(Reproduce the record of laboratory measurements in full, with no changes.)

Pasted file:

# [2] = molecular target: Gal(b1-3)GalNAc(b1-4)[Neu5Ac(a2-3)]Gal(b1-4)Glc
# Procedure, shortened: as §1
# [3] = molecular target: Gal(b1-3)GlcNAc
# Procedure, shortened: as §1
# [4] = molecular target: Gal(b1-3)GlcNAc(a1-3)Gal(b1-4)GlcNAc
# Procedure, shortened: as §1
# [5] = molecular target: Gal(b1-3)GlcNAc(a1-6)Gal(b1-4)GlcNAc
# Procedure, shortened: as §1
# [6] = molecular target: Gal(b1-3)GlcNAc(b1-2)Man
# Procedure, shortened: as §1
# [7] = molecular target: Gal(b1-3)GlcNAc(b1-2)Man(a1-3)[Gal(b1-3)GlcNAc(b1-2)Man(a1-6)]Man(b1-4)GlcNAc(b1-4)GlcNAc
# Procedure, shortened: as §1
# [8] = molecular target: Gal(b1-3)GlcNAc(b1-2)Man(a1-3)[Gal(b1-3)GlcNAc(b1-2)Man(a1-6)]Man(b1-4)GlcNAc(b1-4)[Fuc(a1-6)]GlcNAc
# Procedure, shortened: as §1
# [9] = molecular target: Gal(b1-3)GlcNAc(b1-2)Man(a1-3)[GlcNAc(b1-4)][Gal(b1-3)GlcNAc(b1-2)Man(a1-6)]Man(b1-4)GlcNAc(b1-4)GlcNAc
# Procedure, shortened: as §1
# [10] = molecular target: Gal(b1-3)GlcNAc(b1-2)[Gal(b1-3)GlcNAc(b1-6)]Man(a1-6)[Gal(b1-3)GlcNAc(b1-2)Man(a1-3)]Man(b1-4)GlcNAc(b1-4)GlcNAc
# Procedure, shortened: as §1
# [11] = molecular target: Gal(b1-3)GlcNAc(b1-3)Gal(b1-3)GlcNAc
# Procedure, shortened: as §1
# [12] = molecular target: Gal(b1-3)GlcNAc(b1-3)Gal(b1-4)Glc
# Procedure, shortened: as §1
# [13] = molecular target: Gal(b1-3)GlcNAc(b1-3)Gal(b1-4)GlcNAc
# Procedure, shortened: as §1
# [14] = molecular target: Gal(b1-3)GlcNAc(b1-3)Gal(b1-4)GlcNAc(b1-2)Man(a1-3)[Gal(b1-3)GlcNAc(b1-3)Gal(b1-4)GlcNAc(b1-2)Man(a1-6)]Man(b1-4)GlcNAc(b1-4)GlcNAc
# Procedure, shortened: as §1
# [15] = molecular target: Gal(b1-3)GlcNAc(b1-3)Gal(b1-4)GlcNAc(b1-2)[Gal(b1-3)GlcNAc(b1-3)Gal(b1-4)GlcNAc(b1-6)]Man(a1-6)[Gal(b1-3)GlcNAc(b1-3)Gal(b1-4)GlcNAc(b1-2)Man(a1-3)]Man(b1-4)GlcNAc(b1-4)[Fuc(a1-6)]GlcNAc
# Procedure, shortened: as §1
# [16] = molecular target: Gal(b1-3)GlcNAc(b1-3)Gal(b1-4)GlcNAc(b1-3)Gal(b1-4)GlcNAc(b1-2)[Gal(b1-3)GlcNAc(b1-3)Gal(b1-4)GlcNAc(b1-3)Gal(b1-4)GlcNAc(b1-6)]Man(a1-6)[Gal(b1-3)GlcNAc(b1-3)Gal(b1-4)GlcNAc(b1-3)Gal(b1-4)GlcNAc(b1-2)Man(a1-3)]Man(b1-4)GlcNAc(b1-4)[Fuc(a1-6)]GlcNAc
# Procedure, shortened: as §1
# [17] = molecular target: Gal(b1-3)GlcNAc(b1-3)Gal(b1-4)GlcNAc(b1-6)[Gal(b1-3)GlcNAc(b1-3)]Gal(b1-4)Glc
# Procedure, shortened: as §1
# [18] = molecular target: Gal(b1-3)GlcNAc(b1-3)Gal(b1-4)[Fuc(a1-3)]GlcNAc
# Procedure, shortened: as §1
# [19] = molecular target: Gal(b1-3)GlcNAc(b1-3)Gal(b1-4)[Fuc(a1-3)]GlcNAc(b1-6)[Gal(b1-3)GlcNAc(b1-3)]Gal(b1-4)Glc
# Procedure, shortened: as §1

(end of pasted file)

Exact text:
# [2] = molecular target: Gal(b1-3)GalNAc(b1-4)[Neu5Ac(a2-3)]Gal(b1-4)Glc
# Procedure, shortened: as §1
# [3] = molecular target: Gal(b1-3)GlcNAc
# Procedure, shortened: as §1
# [4] = molecular target: Gal(b1-3)GlcNAc(a1-3)Gal(b1-4)GlcNAc
# Procedure, shortened: as §1
# [5] = molecular target: Gal(b1-3)GlcNAc(a1-6)Gal(b1-4)GlcNAc
# Procedure, shortened: as §1
# [6] = molecular target: Gal(b1-3)GlcNAc(b1-2)Man
# Procedure, shortened: as §1
# [7] = molecular target: Gal(b1-3)GlcNAc(b1-2)Man(a1-3)[Gal(b1-3)GlcNAc(b1-2)Man(a1-6)]Man(b1-4)GlcNAc(b1-4)GlcNAc
# Procedure, shortened: as §1
# [8] = molecular target: Gal(b1-3)GlcNAc(b1-2)Man(a1-3)[Gal(b1-3)GlcNAc(b1-2)Man(a1-6)]Man(b1-4)GlcNAc(b1-4)[Fuc(a1-6)]GlcNAc
# Procedure, shortened: as §1
# [9] = molecular target: Gal(b1-3)GlcNAc(b1-2)Man(a1-3)[GlcNAc(b1-4)][Gal(b1-3)GlcNAc(b1-2)Man(a1-6)]Man(b1-4)GlcNAc(b1-4)GlcNAc
# Procedure, shortened: as §1
# [10] = molecular target: Gal(b1-3)GlcNAc(b1-2)[Gal(b1-3)GlcNAc(b1-6)]Man(a1-6)[Gal(b1-3)GlcNAc(b1-2)Man(a1-3)]Man(b1-4)GlcNAc(b1-4)GlcNAc
# Procedure, shortened: as §1
# [11] = molecular target: Gal(b1-3)GlcNAc(b1-3)Gal(b1-3)GlcNAc
# Procedure, shortened: as §1
# [12] = molecular target: Gal(b1-3)GlcNAc(b1-3)Gal(b1-4)Glc
# Procedure, shortened: as §1
# [13] = molecular target: Gal(b1-3)GlcNAc(b1-3)Gal(b1-4)GlcNAc
# Procedure, shortened: as §1
# [14] = molecular target: Gal(b1-3)GlcNAc(b1-3)Gal(b1-4)GlcNAc(b1-2)Man(a1-3)[Gal(b1-3)GlcNAc(b1-3)Gal(b1-4)GlcNAc(b1-2)Man(a1-6)]Man(b1-4)GlcNAc(b1-4)GlcNAc
# Procedure, shortened: as §1
# [15] = molecular target: Gal(b1-3)GlcNAc(b1-3)Gal(b1-4)GlcNAc(b1-2)[Gal(b1-3)GlcNAc(b1-3)Gal(b1-4)GlcNAc(b1-6)]Man(a1-6)[Gal(b1-3)GlcNAc(b1-3)Gal(b1-4)GlcNAc(b1-2)Man(a1-3)]Man(b1-4)GlcNAc(b1-4)[Fuc(a1-6)]GlcNAc
# Procedure, shortened: as §1
# [16] = molecular target: Gal(b1-3)GlcNAc(b1-3)Gal(b1-4)GlcNAc(b1-3)Gal(b1-4)GlcNAc(b1-2)[Gal(b1-3)GlcNAc(b1-3)Gal(b1-4)GlcNAc(b1-3)Gal(b1-4)GlcNAc(b1-6)]Man(a1-6)[Gal(b1-3)GlcNAc(b1-3)Gal(b1-4)GlcNAc(b1-3)Gal(b1-4)GlcNAc(b1-2)Man(a1-3)]Man(b1-4)GlcNAc(b1-4)[Fuc(a1-6)]GlcNAc
# Procedure, shortened: as §1
# [17] = molecular target: Gal(b1-3)GlcNAc(b1-3)Gal(b1-4)GlcNAc(b1-6)[Gal(b1-3)GlcNAc(b1-3)]Gal(b1-4)Glc
# Procedure, shortened: as §1
# [18] = molecular target: Gal(b1-3)GlcNAc(b1-3)Gal(b1-4)[Fuc(a1-3)]GlcNAc
# Procedure, shortened: as §1
# [19] = molecular target: Gal(b1-3)GlcNAc(b1-3)Gal(b1-4)[Fuc(a1-3)]GlcNAc(b1-6)[Gal(b1-3)GlcNAc(b1-3)]Gal(b1-4)Glc
# Procedure, shortened: as §1